Doctor of the Practical School of Higher Studies (EPHE), Karim IFRAK is an Islamologist. A researcher at the CNRS, he is a specialist in the history of texts and contemporary ideologies. With several written contributions to his credit, he is the author of: “Should we reform Islam? Some keys to reading ”, ed. Bouraq, Paris, 2017. “Liberty, Equality, Fraternity: Spiritual Values, Republican values”, (prefaced by the Prime Minister Mr. Édouard PHILIPPE), Olivétan, Lyon, 2018. “Ibn Achour, his life, his work and his thought », Published by the IMA, 2020.
A land of tolerance
Before becoming a predominantly Muslim country, Azerbaijan (10 M), this “land of fire” located in the heart of the three great Empires, Sassanid, Ottoman and Russian for which they braved, along several centuries, all the dangers, was originally a hotbed of Zoroastrianism. A multi-faith, multicultural and multi-ethnic country, the Democratic Republic of Azerbaijan has consistently praised, since its proclamation of independence in 1918, its centuries-old tradition of religious tolerance and social inclusiveness. That is why, firmly attached to these fine values, the present Republic of Azerbaijan is above all a space of tolerance, inclusiveness and pluralism. Firmly attached to the principles of secularism, the Republic of Azerbaijan stipulates in article 18 of its Constitution “that religion acts separately from the affairs of state and government”, thereby forming both body and mind of secularism known as Azerbaijani. Another article, 48, reinforcing the previous article, guarantees the right to freedom of conscience, thus allowing everyone to practice their faith without any constraints, to believe or not to believe. In this way, all beliefs are considered equal before the law and therefore treated on an equal footing. Moreover, under the Constitution every person has the right to convert to the creed of his choice, including atheism, to join or to establish the religious group which suits him. Article 283 of the Penal Code, for its part, criminalizes all acts leading to incitement to hostility on grounds of national, racial, social or religious origin. And in accordance with paragraph 18a of GPR No. 7, this provision includes incitement to hatred and discrimination.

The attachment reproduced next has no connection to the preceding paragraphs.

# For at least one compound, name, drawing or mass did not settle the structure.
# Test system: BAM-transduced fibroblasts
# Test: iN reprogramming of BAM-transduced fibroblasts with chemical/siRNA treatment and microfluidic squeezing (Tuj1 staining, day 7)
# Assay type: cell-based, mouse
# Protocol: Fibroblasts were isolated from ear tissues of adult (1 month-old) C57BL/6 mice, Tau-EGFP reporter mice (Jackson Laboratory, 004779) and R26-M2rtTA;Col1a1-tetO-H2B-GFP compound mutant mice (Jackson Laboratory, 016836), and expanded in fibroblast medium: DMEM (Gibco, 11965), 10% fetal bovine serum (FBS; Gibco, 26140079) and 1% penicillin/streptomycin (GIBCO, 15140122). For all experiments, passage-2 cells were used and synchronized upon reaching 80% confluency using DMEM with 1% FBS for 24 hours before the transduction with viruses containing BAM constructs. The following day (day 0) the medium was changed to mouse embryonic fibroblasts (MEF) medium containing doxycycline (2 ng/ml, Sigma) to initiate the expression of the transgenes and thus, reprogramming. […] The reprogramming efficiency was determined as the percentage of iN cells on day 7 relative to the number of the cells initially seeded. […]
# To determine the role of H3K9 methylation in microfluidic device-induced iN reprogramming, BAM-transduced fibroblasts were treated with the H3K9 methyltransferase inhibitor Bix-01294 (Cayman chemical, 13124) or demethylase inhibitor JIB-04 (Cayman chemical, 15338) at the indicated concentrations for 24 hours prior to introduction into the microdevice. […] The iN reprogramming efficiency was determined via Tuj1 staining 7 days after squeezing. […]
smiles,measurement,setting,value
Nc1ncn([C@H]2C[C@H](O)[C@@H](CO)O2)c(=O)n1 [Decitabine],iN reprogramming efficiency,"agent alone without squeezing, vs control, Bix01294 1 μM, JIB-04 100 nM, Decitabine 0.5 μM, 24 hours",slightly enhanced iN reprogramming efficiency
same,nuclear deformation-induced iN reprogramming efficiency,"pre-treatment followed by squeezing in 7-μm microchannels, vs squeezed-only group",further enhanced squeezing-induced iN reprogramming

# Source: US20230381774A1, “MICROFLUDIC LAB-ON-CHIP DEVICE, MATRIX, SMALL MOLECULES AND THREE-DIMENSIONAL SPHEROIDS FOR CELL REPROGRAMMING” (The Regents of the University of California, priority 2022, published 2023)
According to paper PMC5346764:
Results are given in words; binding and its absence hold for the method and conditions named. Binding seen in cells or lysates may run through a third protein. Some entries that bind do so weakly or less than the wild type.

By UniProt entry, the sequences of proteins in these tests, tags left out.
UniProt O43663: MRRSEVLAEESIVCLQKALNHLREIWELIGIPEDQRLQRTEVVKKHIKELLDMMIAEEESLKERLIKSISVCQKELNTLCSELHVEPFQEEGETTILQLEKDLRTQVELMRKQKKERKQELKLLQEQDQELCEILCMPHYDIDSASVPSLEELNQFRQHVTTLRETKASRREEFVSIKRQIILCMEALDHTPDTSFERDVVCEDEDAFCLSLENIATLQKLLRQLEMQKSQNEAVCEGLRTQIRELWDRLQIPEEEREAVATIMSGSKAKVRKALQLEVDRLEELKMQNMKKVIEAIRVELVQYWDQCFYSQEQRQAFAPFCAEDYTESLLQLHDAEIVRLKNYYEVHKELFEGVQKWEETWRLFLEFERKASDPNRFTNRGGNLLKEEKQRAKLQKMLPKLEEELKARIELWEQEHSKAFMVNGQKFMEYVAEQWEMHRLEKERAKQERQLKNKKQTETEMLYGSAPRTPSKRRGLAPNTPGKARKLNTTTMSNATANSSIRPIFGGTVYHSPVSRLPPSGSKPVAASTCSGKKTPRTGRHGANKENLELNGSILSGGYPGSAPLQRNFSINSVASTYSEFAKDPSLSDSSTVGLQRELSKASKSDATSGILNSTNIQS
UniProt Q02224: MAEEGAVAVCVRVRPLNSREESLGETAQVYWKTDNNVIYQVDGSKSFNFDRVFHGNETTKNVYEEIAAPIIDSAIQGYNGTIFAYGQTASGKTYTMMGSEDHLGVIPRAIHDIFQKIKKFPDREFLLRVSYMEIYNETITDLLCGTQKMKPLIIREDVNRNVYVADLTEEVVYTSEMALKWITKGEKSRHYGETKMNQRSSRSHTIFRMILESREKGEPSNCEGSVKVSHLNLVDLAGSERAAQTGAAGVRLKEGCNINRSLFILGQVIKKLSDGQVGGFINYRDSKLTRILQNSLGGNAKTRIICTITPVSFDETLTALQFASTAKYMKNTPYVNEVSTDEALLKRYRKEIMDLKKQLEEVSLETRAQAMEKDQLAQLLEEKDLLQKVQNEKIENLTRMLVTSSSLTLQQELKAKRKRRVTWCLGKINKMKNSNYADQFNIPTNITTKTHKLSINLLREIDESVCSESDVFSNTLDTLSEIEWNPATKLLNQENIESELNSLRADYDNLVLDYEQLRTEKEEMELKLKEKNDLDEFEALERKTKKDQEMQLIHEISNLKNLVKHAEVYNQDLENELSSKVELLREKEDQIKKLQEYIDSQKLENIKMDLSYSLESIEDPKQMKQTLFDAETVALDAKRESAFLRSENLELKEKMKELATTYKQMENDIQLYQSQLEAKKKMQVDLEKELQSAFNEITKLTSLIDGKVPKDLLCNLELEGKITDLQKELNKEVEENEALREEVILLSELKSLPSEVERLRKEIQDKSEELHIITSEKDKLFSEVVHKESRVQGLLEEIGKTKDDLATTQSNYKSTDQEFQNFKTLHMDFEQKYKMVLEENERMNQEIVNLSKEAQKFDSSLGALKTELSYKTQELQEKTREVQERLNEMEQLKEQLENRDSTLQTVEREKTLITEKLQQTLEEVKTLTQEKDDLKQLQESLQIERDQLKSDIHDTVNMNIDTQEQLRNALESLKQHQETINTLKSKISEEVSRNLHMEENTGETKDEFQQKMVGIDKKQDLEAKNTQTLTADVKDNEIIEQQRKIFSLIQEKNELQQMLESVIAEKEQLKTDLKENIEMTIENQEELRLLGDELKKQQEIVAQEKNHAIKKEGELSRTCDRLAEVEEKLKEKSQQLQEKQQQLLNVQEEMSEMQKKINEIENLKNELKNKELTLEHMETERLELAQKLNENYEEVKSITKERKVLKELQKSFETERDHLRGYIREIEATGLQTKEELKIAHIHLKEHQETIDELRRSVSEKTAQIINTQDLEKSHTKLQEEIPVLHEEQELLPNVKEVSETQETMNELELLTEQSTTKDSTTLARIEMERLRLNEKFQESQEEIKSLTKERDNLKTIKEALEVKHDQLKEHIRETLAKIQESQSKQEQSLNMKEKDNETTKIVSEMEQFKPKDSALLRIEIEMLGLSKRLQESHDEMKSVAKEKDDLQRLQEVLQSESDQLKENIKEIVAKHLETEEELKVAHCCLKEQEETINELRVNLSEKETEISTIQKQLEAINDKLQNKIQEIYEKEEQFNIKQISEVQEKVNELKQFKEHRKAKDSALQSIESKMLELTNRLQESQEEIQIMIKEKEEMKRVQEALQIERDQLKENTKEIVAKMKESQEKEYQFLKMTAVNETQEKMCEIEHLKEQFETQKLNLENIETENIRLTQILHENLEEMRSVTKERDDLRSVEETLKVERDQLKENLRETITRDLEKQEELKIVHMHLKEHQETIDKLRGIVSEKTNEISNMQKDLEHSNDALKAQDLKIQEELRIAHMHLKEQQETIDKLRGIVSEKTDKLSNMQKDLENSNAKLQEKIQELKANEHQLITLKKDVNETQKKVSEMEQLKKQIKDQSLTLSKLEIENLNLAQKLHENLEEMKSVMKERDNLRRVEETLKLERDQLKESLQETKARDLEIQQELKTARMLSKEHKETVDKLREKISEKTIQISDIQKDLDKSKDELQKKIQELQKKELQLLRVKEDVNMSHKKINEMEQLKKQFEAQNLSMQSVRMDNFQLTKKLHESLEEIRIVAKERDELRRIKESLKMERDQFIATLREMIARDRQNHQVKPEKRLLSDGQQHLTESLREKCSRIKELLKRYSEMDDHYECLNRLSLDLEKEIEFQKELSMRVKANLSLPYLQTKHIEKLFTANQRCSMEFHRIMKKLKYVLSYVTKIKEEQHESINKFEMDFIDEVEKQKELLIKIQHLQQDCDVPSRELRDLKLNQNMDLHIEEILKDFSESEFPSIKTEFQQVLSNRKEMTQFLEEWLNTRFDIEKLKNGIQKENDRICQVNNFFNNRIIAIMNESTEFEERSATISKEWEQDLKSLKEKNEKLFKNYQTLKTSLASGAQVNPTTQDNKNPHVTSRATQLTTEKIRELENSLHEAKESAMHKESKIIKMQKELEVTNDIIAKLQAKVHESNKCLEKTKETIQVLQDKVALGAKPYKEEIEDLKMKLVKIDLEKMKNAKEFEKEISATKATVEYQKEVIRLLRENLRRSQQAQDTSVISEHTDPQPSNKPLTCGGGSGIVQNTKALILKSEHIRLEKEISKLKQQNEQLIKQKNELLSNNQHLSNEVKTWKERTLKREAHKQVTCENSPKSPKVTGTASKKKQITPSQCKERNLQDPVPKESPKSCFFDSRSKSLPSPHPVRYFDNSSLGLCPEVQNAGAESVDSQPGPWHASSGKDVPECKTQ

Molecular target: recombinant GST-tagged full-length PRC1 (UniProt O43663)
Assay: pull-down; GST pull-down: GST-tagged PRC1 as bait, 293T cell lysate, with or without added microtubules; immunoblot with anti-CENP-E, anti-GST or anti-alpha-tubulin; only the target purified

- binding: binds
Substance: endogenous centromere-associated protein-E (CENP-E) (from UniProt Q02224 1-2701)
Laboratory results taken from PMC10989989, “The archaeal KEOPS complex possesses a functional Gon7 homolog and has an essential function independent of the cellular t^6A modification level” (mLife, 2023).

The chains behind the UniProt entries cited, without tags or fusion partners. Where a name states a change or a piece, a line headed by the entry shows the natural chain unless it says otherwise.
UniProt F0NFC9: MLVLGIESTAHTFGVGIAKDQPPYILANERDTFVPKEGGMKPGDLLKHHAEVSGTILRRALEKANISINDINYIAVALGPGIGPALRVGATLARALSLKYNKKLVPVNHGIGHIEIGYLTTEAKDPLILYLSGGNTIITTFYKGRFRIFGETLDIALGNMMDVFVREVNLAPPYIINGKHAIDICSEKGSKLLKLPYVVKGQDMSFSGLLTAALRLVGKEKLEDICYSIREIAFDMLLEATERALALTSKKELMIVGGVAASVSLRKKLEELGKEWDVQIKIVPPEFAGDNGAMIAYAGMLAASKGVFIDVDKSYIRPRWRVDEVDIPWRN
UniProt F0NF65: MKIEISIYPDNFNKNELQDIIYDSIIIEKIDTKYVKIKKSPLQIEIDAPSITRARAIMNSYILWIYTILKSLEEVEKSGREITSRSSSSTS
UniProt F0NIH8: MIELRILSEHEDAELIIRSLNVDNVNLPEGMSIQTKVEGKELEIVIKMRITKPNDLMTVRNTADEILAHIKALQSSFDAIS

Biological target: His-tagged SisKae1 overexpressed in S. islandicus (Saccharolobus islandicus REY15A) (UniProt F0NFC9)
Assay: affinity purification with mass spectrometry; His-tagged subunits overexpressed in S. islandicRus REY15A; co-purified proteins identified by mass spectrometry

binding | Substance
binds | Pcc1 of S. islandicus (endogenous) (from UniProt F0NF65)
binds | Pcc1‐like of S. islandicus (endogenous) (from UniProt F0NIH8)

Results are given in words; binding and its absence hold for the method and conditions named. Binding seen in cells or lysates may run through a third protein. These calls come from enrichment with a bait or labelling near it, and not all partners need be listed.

A land of dialogue
Guarantor of sacrosanct religious tolerance, the Republic of Azerbaijan stimulates all types of actions aimed at developing the values of tolerance, inclusiveness and secularism. Also, with the support of the state, sometimes with that of President Ilham Aliyev in person, international events are regularly organized by Baku. A great opportunity to let the whole world know that the ancestral “land of fire” is above all an ancestral “land of tolerance”. This is particularly the case of the World Forum on Intercultural Dialogue, on the program every two years, recognized by resolutions of the United Nations General Assembly and UNESCO as a key global platform for the promotion of intercultural dialogue. . The case also of the “Baku Process”; this unique event which brings together, with a view to strengthening intercultural dialogue, the Organization for Islamic Cooperation and the member states of the Council of Europe. A long list of events to which you can add the World Summit of Religious Leaders, the Eurovision Song Contest or the World Forum of Open Societies. A desire for openness and inclusiveness which urged President Ilham Aliyev to create, in 2014, within the Presidential Administration, the post of “State Counselor for Interethnic Questions, Multiculturalism and Religious Questions” . A highly symbolic creation followed by the recent opening of the International Center for Multiculturalism, with the mission of preserving the cultural, religious and ethnic diversity of the country and making Azerbaijan a showcase for multiculturalism internationally.